I have just finished a regular meeting of the online salon that I have been running for almost a year. Many things didn't go as planned, but looking back, I learned a lot, and I'm thankful that I could continue for almost a year.
The people who stayed until the end were students, and the university students seemed anxious to find a job. As someone who didn't study for exams or look for a job at all but who thought that I had lived my life doing only what I liked in general, I talked a bit about the Ikigai Framework at the end.
Ikigai framework defines purpose as doing what you are good at, what you love, what the world needs, and what you can earn money. A purpose in life translates directly into a "reason to live". And while it's not easy to say that these four things overlap, there is a certain truth to be found here.
When I think back, I didn't always do what I liked. When I was in high school, I wanted to be a film director; I wanted to be an artist. But I realised that I wouldn't be able to live with this, so I went in a different direction. I still love art, and these days I'm pretty obsessed with it, especially croquis. And even when I was at Oxford when I couldn't go to the beach, I still thought about surfing every day. I get in a bad mood if I can't go surfing for a couple of days now. But I've never thought about making a living out of surfing. In other words, I haven't always made a living doing what I love.
But that's not to say that I don't care about environmental issues and science. I took four undergraduate degrees in biology, economics, statistics, and oceanography simultaneously, so it's normal for me to be interested in several things simultaneously. It just so happened that I chose science instead of surfing or art.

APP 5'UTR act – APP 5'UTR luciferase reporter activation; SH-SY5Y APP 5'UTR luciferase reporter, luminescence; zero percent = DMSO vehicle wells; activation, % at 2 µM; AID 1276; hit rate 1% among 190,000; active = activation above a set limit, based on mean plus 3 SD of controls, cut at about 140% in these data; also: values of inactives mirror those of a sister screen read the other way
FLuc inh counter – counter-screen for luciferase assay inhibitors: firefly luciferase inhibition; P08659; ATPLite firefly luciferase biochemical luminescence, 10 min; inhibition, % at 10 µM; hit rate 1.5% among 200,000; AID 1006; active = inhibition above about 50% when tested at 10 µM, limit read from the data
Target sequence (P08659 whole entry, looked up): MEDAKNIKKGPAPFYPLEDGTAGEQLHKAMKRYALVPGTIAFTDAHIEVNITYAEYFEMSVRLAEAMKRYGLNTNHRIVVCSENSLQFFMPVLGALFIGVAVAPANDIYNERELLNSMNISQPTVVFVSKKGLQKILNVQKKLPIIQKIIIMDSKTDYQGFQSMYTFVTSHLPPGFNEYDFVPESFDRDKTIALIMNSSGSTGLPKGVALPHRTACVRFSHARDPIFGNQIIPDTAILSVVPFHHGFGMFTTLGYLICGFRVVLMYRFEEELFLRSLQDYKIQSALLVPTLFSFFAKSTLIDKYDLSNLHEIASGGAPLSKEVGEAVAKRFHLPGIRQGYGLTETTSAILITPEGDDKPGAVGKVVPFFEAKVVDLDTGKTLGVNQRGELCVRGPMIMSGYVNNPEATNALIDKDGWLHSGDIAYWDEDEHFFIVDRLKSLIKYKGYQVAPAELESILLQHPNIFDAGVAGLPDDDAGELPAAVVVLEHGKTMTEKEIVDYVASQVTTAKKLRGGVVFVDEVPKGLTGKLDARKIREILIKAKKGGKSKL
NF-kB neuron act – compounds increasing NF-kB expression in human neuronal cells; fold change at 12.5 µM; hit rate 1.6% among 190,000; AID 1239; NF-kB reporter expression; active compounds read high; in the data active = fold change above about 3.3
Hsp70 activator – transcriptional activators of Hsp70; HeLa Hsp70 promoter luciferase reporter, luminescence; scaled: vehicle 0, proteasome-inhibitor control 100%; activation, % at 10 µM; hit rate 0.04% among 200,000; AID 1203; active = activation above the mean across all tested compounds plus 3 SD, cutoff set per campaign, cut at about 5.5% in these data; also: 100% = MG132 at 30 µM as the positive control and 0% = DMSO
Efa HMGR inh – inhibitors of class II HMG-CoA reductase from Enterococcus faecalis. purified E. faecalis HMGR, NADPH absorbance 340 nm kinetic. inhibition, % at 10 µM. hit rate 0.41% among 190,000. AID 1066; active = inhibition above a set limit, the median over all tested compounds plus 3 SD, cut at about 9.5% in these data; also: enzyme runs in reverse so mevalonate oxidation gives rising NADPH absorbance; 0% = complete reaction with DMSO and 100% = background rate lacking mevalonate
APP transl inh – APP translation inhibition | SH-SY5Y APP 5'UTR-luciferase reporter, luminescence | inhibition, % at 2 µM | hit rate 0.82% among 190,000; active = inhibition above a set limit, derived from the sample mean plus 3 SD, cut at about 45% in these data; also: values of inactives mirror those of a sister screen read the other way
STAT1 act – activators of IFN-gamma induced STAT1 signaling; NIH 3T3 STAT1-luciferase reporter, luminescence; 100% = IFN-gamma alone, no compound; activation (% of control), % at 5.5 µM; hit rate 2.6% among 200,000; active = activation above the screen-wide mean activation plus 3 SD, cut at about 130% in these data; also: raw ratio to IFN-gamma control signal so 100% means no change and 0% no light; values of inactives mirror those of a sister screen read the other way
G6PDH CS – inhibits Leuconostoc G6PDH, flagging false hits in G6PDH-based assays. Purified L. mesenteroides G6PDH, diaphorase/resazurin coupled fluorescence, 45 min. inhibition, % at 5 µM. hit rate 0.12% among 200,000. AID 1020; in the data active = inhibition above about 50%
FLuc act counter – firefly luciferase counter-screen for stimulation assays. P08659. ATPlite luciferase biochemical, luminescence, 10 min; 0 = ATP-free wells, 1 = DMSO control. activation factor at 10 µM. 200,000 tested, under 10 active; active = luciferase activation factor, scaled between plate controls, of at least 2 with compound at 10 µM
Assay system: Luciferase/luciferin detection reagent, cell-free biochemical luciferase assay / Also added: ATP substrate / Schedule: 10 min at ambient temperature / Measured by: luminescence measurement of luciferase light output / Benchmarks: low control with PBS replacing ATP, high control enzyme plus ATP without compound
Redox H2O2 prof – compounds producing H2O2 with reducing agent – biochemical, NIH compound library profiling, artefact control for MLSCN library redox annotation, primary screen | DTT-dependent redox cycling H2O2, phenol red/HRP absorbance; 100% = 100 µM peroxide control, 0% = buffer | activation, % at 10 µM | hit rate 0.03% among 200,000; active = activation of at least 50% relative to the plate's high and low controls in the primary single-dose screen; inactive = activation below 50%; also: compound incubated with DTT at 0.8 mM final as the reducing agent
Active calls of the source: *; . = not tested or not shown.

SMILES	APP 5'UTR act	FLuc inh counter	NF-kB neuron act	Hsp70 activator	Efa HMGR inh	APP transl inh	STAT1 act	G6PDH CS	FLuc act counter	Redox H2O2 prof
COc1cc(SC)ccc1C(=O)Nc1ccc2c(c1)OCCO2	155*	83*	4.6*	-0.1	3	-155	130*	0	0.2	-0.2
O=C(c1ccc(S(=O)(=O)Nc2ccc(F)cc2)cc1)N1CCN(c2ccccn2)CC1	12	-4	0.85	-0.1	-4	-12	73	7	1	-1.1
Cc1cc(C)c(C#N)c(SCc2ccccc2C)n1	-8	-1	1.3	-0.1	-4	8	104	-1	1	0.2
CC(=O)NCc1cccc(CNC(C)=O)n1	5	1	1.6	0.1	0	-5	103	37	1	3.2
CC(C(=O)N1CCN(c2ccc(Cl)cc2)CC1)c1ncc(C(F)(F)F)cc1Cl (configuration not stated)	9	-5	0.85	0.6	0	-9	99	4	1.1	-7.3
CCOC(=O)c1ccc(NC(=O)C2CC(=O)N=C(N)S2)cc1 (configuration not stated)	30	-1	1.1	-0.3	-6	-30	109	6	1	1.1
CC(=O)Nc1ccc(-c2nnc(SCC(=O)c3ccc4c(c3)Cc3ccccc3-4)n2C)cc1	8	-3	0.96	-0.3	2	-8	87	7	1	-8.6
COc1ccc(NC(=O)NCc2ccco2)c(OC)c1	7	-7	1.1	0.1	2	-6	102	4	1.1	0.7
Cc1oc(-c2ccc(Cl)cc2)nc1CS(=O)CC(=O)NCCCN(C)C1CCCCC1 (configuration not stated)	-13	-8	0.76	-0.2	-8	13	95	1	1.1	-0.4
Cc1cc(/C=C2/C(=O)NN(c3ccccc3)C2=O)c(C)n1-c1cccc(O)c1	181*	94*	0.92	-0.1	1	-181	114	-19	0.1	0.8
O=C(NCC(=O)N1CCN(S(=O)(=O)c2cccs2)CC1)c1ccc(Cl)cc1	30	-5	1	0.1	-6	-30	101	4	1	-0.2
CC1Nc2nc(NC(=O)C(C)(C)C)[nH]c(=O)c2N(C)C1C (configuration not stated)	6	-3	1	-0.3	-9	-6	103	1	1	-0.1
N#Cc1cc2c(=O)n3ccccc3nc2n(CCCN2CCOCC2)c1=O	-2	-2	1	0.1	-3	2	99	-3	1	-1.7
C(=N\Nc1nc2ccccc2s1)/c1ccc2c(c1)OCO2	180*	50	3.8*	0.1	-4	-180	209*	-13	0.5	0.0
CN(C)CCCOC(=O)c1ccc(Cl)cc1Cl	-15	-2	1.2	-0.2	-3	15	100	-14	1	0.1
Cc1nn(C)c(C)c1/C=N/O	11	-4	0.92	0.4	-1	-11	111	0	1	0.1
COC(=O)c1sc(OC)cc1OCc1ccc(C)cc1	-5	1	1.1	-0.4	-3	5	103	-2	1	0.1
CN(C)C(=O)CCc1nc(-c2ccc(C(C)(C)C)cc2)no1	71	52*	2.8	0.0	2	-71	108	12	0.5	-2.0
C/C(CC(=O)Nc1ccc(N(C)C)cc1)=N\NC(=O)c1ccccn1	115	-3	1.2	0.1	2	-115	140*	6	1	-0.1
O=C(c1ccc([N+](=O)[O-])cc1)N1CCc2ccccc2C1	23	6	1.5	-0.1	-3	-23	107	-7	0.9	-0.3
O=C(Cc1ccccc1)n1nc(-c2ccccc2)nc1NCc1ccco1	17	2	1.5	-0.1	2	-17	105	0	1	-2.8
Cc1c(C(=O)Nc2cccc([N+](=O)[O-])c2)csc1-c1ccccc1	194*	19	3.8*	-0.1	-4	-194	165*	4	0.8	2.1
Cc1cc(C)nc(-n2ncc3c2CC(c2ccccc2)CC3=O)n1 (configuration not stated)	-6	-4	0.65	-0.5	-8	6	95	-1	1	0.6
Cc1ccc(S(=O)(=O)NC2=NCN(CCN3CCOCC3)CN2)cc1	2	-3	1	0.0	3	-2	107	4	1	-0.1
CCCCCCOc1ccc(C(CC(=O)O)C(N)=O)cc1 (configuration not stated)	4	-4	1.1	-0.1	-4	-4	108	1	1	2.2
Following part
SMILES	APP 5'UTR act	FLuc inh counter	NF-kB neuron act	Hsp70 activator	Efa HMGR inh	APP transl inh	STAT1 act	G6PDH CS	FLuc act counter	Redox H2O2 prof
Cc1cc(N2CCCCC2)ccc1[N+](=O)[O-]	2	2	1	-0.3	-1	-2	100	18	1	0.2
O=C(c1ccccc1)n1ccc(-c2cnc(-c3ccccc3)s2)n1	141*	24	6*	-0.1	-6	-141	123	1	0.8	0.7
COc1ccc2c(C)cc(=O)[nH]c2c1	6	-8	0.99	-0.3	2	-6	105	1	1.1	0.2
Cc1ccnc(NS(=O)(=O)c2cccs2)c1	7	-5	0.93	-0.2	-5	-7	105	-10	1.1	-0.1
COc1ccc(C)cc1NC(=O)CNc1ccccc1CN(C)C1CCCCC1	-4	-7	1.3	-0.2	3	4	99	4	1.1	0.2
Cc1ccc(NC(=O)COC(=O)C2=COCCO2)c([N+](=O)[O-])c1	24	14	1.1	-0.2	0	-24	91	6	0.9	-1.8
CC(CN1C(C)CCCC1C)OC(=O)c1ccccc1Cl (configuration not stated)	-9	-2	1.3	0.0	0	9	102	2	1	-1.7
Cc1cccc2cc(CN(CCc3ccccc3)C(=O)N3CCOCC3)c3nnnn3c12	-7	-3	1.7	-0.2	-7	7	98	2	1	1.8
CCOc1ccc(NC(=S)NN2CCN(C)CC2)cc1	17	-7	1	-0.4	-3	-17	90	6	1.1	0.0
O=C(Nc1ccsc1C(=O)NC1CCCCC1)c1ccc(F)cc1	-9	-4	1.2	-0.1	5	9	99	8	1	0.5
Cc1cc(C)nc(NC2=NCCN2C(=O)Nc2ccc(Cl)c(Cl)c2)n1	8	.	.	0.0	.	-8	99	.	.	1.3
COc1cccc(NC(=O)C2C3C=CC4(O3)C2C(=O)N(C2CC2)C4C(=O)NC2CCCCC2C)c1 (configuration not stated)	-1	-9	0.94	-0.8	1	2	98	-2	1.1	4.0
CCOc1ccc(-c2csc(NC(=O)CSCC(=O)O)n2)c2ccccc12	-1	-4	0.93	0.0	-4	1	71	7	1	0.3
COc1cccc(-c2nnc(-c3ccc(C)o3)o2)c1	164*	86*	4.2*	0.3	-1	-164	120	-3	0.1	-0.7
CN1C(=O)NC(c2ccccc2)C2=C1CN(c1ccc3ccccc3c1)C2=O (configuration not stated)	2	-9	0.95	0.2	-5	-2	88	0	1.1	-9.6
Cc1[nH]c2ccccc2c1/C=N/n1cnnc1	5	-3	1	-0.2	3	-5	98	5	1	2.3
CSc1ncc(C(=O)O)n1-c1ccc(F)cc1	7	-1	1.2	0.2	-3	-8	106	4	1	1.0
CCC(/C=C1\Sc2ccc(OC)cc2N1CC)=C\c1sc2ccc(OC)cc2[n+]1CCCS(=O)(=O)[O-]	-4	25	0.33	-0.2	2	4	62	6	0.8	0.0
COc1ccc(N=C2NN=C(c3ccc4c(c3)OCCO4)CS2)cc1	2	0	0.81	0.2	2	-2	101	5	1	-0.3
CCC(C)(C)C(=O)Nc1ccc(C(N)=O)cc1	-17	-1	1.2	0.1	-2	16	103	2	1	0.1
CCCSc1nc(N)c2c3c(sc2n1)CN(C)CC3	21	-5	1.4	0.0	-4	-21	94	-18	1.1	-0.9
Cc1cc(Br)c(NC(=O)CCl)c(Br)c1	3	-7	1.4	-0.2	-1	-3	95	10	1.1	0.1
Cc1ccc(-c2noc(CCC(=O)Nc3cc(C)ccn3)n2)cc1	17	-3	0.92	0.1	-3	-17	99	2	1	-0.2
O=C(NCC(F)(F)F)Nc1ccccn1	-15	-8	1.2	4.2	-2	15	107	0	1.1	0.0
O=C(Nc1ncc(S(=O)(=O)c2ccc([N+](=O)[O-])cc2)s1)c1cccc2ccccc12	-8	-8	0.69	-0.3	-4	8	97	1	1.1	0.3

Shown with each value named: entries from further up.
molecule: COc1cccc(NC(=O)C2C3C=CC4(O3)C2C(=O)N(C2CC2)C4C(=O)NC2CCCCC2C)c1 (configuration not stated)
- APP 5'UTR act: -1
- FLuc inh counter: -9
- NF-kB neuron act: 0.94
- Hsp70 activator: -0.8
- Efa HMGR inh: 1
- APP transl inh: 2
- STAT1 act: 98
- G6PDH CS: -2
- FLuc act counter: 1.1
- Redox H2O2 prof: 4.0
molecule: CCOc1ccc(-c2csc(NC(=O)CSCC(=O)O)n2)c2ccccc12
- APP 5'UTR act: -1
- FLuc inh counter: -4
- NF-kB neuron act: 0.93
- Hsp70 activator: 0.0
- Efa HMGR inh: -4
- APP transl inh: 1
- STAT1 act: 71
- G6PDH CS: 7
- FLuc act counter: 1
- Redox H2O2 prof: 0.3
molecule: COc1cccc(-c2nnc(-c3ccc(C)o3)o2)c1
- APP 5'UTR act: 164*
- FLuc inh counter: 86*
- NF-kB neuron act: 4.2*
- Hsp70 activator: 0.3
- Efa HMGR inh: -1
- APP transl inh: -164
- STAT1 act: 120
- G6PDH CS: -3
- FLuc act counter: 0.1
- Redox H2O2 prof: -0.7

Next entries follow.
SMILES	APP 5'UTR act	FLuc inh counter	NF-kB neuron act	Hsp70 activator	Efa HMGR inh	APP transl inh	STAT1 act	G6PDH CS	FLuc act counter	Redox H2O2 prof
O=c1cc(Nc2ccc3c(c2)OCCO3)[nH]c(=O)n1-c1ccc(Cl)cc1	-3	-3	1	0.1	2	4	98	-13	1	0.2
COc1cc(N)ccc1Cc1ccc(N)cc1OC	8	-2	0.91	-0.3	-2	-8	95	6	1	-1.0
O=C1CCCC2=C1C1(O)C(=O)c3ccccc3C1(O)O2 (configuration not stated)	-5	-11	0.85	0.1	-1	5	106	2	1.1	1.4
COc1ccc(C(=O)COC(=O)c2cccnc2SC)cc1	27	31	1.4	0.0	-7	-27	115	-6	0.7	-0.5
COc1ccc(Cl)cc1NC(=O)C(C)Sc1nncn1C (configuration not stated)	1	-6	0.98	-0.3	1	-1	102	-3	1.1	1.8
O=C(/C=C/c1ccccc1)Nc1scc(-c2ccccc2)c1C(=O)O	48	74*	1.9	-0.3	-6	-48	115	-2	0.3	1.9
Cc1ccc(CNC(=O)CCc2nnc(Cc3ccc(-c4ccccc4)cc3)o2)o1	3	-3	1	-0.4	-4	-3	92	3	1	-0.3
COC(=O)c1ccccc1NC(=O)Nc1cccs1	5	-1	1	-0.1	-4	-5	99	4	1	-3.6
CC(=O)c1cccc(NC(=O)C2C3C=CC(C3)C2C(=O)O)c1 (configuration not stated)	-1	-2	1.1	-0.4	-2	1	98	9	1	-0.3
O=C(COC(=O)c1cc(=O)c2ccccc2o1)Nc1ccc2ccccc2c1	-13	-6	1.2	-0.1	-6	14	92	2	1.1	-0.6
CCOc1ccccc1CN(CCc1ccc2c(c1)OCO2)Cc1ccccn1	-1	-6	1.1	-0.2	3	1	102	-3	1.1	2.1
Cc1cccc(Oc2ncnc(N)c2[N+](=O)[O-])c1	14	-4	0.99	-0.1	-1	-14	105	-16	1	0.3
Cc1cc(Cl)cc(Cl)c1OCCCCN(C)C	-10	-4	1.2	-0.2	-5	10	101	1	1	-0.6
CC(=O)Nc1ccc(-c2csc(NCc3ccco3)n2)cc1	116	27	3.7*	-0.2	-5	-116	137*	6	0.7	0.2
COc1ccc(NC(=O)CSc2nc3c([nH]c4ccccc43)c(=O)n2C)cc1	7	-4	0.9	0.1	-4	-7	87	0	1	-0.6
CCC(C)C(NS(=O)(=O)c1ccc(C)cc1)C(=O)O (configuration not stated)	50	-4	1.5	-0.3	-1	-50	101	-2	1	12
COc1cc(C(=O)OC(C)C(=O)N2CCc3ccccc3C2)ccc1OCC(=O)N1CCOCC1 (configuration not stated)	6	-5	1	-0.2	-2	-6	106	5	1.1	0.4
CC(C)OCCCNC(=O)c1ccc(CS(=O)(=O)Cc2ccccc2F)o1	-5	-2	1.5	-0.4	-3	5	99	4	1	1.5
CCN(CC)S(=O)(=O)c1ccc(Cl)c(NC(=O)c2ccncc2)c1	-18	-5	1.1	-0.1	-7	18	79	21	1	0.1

And maybe I was better at thinking scientifically than I was at art or surfing, and at the same time, it was a skill that the world needed when I started working, and it was an activity that could make money.
I happen to be a person who likes many things, but if you don't, why not start with something you don't hate and can do? Try it and see if it's something you really like and if it's something you can earn a living doing.
I actually worked in musical theatre when I decided to make a living from art. It's a lot of physical work, and we'd be clearing out until midnight. But the amount of money I got for a day's work was less than a tenth of what I got after I did my PhD in the environment at Oxford University. The biogas and climate change projects I'm working on are also needed from an environmental and social point of view. In that sense, I'm glad I didn't try to make a living out of art or surfing.
I consider myself quite flexible, and without realising it, I moved into a profession where I could earn a decent living, and I was good at, but not just purely what I loved. I think there are activities that you think you like, but you realise that they're not so fun when you tried them. So if you can't take the first step, why not start with something you don't mind trying and you can do, and don't focus too much on the feelings you love?
This also connects to the "Do What You Love and Love What You Do" and Planned Happenstance Theory that I wrote before.